Unit 1 Micro: Can the UK Computer Games Industry Grow
Britain is one of the world’s biggest exporters of creative products - from live TV shows and music to books, arts, architecture and films the economy has built up an enviable global reputation for excellence and a growing trade surplus to aid our balance of payments.
Computer games falls squarely into this category but, according to TIGA - the trade association representing the UK’s games industry - unless there is renewed government support, the future of this sector is at risk. TIGA claims that the British games industry is suffering a significant ‘brain drain’ as talented programmers and artists leave the country to work abroad.
The games industry is lobbying for a tax break to encourage investment - tax breaks are effectively subsidies by another name. A press release from TIGA says that:
“Our industry is being held back by difficulty accessing finance. A well-targeted tax break for games production would help our industry overcome this challenge and enable us to contribute to the UK’s economic recovery.”
A tax break (ok ... a subsidy) would reduce the cost of games development and make them more profitable to be developed here in the UK. New games for different platforms (PC, mobile, cloud-based games) can often be hugely expensive and unless a title is successful and the volume of users and purchasers is high, it is difficult to bring down the unit cost towards a profitable level.
Canada has introduced tax breaks for games developers and the Irish government recently launched a €10 million start-up fund to encourage entrepreneurs to launch companies in the country, which is expected to focus on mobile video games and cloud computing.
Watch this video: BBC news (Oct 2011): Can the UK raise its game? (Rory Cellan-Jones)
There are fears that a brain drain effect is starting to take hold with developers learning their trade here before emigrating elsewhere notably to Canada. 41 percent of UK developers who lost their jobs between 2009 and 2011 moved overseas and took jobs outside of the UK - this is indicative of a high level of geographical mobility of labour and reflects I suppose the young average age of the bulk of people who work in this sector.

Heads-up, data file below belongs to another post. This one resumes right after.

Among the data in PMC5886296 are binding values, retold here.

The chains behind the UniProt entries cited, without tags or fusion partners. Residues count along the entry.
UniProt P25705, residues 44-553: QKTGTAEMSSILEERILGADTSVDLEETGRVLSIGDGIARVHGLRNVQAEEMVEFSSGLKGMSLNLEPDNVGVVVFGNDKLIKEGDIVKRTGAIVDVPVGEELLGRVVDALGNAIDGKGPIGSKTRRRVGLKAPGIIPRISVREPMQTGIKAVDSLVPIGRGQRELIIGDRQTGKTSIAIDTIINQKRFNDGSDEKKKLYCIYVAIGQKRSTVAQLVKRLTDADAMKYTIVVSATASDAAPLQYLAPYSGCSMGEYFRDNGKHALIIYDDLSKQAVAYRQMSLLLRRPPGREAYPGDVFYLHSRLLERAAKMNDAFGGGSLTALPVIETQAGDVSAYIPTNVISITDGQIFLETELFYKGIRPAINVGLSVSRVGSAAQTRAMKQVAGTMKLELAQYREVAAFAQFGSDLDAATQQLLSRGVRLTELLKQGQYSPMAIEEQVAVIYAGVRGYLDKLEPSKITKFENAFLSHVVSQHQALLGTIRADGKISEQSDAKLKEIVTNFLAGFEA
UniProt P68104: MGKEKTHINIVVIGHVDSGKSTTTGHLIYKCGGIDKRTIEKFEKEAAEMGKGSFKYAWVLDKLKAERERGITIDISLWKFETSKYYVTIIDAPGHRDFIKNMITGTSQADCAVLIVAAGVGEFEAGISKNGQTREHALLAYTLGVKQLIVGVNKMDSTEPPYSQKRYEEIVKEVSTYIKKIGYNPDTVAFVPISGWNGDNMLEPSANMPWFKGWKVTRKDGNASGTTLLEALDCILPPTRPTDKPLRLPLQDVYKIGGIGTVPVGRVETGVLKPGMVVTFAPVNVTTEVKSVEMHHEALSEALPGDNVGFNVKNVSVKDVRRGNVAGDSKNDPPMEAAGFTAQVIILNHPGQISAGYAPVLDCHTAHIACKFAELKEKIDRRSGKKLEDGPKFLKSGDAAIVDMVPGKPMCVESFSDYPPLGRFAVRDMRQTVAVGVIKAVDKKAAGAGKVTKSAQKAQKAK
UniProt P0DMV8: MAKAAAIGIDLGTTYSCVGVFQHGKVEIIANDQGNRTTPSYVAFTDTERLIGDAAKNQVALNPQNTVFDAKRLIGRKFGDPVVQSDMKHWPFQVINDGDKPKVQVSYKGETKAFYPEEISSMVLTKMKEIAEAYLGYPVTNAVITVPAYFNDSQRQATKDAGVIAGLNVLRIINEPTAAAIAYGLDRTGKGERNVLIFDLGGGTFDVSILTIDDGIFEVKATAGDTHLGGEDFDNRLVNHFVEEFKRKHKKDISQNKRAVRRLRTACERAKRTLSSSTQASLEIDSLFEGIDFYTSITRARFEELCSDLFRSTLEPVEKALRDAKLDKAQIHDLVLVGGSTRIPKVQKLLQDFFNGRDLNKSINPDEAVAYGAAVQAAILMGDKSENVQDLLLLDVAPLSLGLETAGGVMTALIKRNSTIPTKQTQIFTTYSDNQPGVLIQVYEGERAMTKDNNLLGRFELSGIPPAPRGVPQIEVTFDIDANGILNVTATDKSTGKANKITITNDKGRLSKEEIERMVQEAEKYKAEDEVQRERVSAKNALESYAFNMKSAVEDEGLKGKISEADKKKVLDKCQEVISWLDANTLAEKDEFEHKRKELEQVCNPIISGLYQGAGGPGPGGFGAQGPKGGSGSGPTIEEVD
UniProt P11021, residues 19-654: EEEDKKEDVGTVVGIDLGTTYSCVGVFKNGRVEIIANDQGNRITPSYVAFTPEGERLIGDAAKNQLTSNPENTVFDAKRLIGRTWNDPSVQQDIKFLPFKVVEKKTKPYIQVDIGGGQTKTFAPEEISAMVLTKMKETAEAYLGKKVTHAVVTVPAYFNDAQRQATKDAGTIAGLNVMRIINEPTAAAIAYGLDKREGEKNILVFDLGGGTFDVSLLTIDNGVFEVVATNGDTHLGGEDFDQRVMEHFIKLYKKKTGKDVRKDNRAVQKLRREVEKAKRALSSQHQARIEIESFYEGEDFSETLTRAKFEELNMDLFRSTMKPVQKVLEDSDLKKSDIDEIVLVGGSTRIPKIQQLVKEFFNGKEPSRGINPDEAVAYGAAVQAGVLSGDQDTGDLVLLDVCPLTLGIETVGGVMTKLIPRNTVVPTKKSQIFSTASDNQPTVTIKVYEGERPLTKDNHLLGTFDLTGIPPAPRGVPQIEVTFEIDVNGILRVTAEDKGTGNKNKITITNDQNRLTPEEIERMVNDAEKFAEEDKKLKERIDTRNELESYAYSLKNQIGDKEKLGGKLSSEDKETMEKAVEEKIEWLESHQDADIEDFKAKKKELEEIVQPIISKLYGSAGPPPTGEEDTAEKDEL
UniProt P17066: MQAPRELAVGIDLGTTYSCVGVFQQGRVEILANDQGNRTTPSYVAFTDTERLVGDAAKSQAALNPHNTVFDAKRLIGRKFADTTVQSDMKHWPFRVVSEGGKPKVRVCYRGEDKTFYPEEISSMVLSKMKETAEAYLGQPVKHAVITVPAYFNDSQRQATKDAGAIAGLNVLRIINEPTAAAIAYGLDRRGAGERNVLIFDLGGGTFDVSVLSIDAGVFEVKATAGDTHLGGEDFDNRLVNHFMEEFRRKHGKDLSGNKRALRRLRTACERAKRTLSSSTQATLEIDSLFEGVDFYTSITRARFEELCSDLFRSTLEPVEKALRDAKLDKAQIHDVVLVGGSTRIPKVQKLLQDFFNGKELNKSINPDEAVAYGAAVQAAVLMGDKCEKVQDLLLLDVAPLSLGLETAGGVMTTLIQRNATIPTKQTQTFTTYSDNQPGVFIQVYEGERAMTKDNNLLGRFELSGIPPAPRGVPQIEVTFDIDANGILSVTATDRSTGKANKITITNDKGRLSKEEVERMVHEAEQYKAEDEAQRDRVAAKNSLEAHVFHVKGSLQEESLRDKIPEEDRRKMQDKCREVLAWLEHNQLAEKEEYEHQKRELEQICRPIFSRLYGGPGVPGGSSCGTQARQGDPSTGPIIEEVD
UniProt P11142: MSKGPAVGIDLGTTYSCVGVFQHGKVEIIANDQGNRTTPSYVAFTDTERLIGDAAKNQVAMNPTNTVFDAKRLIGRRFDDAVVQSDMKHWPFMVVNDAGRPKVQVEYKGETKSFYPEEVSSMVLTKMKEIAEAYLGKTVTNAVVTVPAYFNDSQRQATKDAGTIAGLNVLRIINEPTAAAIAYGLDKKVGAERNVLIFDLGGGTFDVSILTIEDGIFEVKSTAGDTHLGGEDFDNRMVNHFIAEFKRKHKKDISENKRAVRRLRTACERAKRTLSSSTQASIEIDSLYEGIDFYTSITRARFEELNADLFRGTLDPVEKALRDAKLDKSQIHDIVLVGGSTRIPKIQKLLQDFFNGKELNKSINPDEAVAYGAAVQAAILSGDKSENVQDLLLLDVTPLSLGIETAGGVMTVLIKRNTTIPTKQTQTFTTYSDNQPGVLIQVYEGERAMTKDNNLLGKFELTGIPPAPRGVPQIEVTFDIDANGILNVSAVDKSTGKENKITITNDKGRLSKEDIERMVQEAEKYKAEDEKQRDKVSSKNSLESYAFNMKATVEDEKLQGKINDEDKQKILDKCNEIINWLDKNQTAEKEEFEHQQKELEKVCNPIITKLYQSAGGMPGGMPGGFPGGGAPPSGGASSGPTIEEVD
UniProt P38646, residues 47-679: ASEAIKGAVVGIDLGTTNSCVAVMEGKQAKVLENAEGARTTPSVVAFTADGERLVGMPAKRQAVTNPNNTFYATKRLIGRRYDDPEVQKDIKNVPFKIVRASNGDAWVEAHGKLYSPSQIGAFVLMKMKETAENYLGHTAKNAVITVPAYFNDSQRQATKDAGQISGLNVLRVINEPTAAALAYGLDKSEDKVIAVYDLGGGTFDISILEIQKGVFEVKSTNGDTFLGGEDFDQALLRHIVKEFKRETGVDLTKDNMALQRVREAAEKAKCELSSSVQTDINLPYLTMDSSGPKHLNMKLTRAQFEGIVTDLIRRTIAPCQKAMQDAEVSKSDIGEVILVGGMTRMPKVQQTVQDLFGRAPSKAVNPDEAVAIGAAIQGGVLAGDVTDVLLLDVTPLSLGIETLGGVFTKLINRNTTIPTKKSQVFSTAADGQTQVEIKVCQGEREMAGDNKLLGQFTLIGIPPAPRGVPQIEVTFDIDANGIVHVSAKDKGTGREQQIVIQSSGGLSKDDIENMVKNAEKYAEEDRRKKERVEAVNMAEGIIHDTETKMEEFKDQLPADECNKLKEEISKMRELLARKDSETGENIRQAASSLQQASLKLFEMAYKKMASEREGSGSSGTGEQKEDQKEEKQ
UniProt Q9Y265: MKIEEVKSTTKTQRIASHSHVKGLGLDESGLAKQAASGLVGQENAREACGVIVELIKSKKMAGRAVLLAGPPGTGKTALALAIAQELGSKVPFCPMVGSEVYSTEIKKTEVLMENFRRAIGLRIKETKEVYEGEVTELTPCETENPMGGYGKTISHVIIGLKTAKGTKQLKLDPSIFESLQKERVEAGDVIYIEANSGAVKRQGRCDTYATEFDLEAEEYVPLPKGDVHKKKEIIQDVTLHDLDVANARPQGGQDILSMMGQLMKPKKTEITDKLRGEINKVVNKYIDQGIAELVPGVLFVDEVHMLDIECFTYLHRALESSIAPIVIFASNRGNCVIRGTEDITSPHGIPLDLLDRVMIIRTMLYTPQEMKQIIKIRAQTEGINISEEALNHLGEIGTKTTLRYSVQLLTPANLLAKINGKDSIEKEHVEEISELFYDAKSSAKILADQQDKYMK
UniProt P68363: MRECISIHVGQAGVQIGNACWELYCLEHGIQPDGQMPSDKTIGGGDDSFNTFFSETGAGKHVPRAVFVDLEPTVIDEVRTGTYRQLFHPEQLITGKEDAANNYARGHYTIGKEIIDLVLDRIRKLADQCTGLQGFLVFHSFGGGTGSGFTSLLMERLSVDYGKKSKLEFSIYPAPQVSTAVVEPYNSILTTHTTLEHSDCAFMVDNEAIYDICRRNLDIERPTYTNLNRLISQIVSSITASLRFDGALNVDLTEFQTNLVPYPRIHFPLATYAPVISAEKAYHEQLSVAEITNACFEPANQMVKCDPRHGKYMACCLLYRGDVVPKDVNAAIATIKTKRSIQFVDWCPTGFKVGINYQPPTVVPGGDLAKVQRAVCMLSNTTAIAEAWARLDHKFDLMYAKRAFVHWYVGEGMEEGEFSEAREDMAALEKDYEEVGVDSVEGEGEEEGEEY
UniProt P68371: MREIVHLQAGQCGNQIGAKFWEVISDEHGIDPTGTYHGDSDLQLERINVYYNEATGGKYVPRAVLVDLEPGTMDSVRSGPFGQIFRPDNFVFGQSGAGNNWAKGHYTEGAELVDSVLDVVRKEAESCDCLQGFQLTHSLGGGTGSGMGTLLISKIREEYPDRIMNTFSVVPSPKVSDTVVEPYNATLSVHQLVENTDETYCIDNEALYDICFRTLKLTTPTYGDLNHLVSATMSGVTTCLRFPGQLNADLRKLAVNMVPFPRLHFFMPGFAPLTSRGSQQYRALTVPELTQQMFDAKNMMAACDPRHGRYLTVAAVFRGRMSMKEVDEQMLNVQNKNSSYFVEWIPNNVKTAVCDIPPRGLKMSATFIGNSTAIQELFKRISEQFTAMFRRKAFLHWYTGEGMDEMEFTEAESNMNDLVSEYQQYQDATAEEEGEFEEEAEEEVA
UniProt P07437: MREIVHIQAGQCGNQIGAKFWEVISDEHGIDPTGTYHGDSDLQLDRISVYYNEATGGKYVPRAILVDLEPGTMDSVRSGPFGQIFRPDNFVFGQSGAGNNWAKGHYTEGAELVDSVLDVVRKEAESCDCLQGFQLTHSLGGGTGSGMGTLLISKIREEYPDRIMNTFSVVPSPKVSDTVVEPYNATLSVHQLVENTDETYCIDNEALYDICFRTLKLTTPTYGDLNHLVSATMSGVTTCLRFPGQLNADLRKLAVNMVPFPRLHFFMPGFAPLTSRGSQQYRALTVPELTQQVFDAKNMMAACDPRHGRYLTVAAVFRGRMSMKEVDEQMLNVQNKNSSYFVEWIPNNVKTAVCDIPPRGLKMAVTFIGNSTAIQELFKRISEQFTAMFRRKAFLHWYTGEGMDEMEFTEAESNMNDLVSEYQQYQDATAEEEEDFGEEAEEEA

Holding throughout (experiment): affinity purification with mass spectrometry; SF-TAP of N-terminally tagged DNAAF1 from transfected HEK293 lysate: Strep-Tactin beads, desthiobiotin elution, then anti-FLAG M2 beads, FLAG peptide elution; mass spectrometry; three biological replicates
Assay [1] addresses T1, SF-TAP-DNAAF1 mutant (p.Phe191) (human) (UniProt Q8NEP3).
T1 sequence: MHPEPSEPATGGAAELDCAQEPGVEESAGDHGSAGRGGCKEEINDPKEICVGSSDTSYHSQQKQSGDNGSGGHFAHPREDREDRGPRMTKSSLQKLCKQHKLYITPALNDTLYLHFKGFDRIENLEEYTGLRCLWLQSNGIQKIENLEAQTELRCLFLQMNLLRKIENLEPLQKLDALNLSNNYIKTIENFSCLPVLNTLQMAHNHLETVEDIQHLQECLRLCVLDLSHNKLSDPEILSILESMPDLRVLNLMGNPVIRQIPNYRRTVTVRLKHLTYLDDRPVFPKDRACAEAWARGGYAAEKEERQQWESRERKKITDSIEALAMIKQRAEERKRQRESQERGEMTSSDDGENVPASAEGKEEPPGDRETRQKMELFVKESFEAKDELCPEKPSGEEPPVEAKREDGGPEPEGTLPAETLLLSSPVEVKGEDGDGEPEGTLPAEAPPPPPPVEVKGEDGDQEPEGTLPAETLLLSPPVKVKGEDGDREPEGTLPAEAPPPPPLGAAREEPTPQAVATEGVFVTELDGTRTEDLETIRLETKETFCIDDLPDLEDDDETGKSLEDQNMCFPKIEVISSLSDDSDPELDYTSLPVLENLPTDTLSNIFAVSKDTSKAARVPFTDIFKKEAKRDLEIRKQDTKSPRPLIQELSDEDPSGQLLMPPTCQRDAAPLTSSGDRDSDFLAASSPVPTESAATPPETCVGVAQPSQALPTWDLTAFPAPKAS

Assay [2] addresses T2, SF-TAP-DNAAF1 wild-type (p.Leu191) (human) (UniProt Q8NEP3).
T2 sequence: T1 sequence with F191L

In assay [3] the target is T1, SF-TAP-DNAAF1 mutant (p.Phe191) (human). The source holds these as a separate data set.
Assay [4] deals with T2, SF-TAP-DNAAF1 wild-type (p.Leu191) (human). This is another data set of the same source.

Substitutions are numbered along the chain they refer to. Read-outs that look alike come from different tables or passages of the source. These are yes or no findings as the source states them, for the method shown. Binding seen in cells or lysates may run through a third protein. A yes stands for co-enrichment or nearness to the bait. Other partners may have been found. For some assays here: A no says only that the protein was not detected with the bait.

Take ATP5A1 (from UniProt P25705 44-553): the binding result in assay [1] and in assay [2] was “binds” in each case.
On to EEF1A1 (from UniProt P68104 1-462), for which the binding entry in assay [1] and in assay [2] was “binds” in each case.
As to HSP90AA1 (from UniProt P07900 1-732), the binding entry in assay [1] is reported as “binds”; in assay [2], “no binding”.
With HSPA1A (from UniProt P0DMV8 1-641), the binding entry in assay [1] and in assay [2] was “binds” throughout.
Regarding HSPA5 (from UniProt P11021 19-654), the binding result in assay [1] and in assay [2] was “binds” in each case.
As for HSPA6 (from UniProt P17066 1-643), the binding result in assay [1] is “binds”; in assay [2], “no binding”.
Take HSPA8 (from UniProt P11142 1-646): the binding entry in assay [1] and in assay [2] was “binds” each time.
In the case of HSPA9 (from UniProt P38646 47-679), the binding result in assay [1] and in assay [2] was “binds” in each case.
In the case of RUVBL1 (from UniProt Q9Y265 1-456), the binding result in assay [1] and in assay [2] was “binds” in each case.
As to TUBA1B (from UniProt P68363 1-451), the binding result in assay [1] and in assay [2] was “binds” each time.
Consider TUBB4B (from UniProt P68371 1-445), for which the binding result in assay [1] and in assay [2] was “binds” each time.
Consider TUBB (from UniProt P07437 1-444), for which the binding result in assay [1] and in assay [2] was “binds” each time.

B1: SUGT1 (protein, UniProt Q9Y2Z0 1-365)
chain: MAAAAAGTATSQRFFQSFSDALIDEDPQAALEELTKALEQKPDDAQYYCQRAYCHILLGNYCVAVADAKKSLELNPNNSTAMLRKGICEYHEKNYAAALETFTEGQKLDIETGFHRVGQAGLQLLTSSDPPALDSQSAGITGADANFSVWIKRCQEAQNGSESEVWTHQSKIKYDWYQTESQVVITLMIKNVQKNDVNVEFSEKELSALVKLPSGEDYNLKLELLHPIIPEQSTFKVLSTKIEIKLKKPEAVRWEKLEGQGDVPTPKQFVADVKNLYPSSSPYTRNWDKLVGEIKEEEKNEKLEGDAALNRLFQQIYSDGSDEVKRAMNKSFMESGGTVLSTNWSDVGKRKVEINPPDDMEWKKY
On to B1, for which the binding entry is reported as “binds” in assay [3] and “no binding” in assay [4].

TIGA argues on the basis of survey evidence that
* 216 new games companies entered the UK games industry between 2008 and 2011, but there were also 197 closures.
* The UK’s share of global investment (venture capital and private equity) in the games industry declined from 10 per cent in the mid-2000s to 3.5 per cent.
* 93 per cent of TIGA members said that a new Games Tax Relief would result in more private investment in the UK games industry.
* 63 per cent of TIGA members said that they would seek private investment in new games following the introduction of a new Games Tax Relief
Is the computer games industry one that is deserving of a special tax break or should the industry be left to fight for itself in world markets without the need for government intervention?
Remember some of the approaches to evaluation that might be helpful in an essay answer:
(i) Is a tax break / subsidy effective in meeting specific aims (e.g. more jobs, higher investment)?
(ii) Is it efficient to provide a subsidy and if so for how long?
(iii) Is a tax break equitable especially as other industries might make an equally compelling case?
Suggestions for more reading
UK ‘must act to solve games industry brain drain’ (BBC news, October 2011)
Government has ‘let down’ video game development in UK (BBC news, July 2010)